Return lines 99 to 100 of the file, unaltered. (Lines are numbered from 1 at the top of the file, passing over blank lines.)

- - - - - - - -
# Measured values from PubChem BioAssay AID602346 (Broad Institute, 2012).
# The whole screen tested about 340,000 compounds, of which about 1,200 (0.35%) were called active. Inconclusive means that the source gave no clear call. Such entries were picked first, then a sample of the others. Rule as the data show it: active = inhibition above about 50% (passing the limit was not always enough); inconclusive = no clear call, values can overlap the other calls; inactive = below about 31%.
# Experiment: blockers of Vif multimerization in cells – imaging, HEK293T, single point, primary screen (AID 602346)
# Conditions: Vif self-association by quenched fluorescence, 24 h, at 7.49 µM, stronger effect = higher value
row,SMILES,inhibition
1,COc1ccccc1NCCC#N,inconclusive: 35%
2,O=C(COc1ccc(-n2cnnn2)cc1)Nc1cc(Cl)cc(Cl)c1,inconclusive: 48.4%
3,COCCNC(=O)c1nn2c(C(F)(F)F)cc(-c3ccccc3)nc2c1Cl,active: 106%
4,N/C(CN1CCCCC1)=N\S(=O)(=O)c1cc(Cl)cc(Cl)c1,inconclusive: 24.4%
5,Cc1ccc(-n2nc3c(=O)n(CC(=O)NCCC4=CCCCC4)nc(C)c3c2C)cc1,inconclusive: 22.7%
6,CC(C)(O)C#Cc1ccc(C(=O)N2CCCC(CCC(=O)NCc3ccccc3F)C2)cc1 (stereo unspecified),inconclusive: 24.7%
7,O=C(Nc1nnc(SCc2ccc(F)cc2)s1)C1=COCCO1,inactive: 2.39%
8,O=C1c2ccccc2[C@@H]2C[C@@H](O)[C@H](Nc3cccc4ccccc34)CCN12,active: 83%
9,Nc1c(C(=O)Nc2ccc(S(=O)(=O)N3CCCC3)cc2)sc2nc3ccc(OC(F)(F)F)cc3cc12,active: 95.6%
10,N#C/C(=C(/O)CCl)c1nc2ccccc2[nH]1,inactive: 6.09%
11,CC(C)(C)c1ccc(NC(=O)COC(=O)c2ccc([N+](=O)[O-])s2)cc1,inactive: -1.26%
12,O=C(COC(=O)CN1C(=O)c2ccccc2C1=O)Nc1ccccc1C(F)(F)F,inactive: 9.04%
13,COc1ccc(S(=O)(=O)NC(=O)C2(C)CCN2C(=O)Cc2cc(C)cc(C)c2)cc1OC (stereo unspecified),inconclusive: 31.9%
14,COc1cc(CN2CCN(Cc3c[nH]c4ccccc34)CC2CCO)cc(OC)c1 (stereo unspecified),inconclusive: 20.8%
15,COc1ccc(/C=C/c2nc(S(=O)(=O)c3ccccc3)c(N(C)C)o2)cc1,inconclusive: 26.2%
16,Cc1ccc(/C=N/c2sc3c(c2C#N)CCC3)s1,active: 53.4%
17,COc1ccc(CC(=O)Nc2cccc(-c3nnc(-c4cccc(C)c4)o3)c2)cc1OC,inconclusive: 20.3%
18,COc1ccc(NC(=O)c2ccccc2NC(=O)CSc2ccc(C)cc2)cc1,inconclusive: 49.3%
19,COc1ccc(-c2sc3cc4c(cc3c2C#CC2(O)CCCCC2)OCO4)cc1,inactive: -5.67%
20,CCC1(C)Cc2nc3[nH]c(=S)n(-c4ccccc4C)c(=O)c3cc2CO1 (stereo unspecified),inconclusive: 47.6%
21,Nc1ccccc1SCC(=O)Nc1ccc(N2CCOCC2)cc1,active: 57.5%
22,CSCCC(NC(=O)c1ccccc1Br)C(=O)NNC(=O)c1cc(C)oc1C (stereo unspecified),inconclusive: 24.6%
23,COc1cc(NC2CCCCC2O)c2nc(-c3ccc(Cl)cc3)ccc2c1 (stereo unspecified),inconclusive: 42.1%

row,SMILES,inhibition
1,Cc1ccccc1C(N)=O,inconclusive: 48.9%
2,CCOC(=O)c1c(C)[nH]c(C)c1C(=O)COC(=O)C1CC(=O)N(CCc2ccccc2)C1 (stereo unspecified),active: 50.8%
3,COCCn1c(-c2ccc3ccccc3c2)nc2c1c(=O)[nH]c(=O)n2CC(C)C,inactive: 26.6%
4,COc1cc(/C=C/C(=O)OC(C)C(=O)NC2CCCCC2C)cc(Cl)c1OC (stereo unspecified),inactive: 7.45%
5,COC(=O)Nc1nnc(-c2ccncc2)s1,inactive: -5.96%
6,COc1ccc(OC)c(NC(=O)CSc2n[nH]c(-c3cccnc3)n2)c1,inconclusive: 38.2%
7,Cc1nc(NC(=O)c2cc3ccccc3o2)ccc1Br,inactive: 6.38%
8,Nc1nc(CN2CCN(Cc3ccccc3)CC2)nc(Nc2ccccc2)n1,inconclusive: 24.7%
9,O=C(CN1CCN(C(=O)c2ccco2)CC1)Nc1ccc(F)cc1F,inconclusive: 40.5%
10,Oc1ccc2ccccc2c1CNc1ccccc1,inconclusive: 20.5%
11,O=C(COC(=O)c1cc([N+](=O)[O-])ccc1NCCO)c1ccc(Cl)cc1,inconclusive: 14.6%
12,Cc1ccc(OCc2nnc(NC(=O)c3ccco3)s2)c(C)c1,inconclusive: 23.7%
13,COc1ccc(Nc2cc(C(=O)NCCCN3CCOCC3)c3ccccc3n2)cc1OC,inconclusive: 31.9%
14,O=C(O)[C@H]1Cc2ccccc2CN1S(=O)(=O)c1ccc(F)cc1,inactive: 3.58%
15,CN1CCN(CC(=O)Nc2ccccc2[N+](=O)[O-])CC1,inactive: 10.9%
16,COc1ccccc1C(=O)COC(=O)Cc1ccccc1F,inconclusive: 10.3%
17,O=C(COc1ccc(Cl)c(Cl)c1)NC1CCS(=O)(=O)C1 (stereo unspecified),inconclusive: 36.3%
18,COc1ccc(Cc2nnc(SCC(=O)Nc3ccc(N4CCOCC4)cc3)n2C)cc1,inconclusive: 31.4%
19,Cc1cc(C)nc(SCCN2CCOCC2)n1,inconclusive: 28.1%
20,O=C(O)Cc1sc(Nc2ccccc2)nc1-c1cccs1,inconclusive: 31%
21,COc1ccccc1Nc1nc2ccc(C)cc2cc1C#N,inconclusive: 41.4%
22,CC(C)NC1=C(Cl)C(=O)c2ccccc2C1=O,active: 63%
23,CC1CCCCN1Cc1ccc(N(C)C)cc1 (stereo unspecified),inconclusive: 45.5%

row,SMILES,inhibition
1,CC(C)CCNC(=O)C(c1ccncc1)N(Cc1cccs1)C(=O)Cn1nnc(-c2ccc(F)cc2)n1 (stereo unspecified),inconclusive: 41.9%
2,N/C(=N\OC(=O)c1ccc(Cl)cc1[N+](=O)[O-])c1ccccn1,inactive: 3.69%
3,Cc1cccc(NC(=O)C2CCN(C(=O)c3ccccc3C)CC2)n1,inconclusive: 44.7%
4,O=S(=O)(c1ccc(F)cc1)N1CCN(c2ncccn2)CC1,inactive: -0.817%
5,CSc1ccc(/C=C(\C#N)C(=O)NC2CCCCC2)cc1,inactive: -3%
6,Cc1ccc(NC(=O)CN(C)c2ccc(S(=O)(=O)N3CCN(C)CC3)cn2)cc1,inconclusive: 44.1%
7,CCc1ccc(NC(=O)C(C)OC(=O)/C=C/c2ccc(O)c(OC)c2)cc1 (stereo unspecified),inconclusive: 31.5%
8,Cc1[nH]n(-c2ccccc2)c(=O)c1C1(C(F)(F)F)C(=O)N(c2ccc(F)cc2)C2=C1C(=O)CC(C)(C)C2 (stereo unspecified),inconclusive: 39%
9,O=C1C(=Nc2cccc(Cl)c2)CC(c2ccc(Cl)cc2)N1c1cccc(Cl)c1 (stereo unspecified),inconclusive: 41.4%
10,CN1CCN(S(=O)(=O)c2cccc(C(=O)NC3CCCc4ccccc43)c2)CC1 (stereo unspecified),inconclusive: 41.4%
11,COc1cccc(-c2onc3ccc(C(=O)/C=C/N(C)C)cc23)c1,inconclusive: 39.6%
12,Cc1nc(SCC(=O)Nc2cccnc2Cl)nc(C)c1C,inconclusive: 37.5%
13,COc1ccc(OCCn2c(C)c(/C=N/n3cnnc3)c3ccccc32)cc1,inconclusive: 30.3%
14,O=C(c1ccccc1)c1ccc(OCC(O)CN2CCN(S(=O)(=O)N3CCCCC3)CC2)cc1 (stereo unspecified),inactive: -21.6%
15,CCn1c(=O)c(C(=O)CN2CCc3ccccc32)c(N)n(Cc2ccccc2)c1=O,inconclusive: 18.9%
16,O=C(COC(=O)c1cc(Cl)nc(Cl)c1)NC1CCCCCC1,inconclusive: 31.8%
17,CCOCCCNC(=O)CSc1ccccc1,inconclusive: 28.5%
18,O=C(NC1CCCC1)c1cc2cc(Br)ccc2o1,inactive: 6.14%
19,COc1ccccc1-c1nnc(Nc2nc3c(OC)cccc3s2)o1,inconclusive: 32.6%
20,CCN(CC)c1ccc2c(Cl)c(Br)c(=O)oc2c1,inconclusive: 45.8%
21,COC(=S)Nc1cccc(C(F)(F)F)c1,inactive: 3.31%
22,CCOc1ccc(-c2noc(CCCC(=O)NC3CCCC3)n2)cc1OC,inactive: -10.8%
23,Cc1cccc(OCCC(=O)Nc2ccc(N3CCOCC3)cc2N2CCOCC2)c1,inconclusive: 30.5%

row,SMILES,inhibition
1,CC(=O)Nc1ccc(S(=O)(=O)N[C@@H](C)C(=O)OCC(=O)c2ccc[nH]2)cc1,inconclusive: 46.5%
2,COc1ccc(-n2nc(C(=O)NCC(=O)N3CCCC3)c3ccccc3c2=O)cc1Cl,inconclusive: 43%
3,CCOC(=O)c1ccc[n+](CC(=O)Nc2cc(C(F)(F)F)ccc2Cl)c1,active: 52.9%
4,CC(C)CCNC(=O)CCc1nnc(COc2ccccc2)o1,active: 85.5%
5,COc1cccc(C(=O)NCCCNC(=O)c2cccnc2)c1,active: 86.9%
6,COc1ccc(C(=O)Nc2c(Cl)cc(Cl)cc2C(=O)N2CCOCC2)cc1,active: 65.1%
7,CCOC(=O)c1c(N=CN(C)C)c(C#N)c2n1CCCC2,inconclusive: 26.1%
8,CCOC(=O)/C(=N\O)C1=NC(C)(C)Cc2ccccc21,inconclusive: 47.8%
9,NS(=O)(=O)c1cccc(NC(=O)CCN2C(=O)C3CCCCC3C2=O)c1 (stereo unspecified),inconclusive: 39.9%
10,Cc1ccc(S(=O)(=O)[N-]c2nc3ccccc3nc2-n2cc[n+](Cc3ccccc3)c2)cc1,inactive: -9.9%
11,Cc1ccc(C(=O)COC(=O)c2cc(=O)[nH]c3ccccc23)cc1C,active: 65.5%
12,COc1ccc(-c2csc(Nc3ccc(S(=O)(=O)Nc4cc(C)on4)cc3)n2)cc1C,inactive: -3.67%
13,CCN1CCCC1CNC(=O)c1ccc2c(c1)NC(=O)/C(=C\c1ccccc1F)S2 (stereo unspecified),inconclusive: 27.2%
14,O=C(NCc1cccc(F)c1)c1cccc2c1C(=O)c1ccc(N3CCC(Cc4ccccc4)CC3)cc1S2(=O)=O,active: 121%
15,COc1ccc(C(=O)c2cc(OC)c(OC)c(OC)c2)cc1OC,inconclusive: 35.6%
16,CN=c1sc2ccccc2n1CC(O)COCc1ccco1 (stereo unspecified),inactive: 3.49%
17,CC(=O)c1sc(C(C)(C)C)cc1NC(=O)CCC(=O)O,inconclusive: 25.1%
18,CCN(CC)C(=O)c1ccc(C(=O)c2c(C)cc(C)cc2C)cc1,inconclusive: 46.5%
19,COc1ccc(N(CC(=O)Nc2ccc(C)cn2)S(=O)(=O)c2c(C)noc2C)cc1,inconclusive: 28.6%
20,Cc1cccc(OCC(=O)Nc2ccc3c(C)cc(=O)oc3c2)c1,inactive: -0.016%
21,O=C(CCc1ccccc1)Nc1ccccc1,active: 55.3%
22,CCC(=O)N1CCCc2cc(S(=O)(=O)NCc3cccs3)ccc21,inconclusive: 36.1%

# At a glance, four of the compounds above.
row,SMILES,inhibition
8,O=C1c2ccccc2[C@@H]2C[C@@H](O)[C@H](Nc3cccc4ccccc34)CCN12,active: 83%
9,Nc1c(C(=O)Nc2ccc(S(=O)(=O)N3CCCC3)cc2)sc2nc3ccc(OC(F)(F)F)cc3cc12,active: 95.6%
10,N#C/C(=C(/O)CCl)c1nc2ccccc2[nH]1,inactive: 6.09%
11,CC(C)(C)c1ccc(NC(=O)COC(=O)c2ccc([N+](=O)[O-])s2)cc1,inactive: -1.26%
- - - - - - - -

22,CCC(=O)N1CCCc2cc(S(=O)(=O)NCc3cccs3)ccc21,inconclusive: 36.1%

# At a glance, four of the compounds above.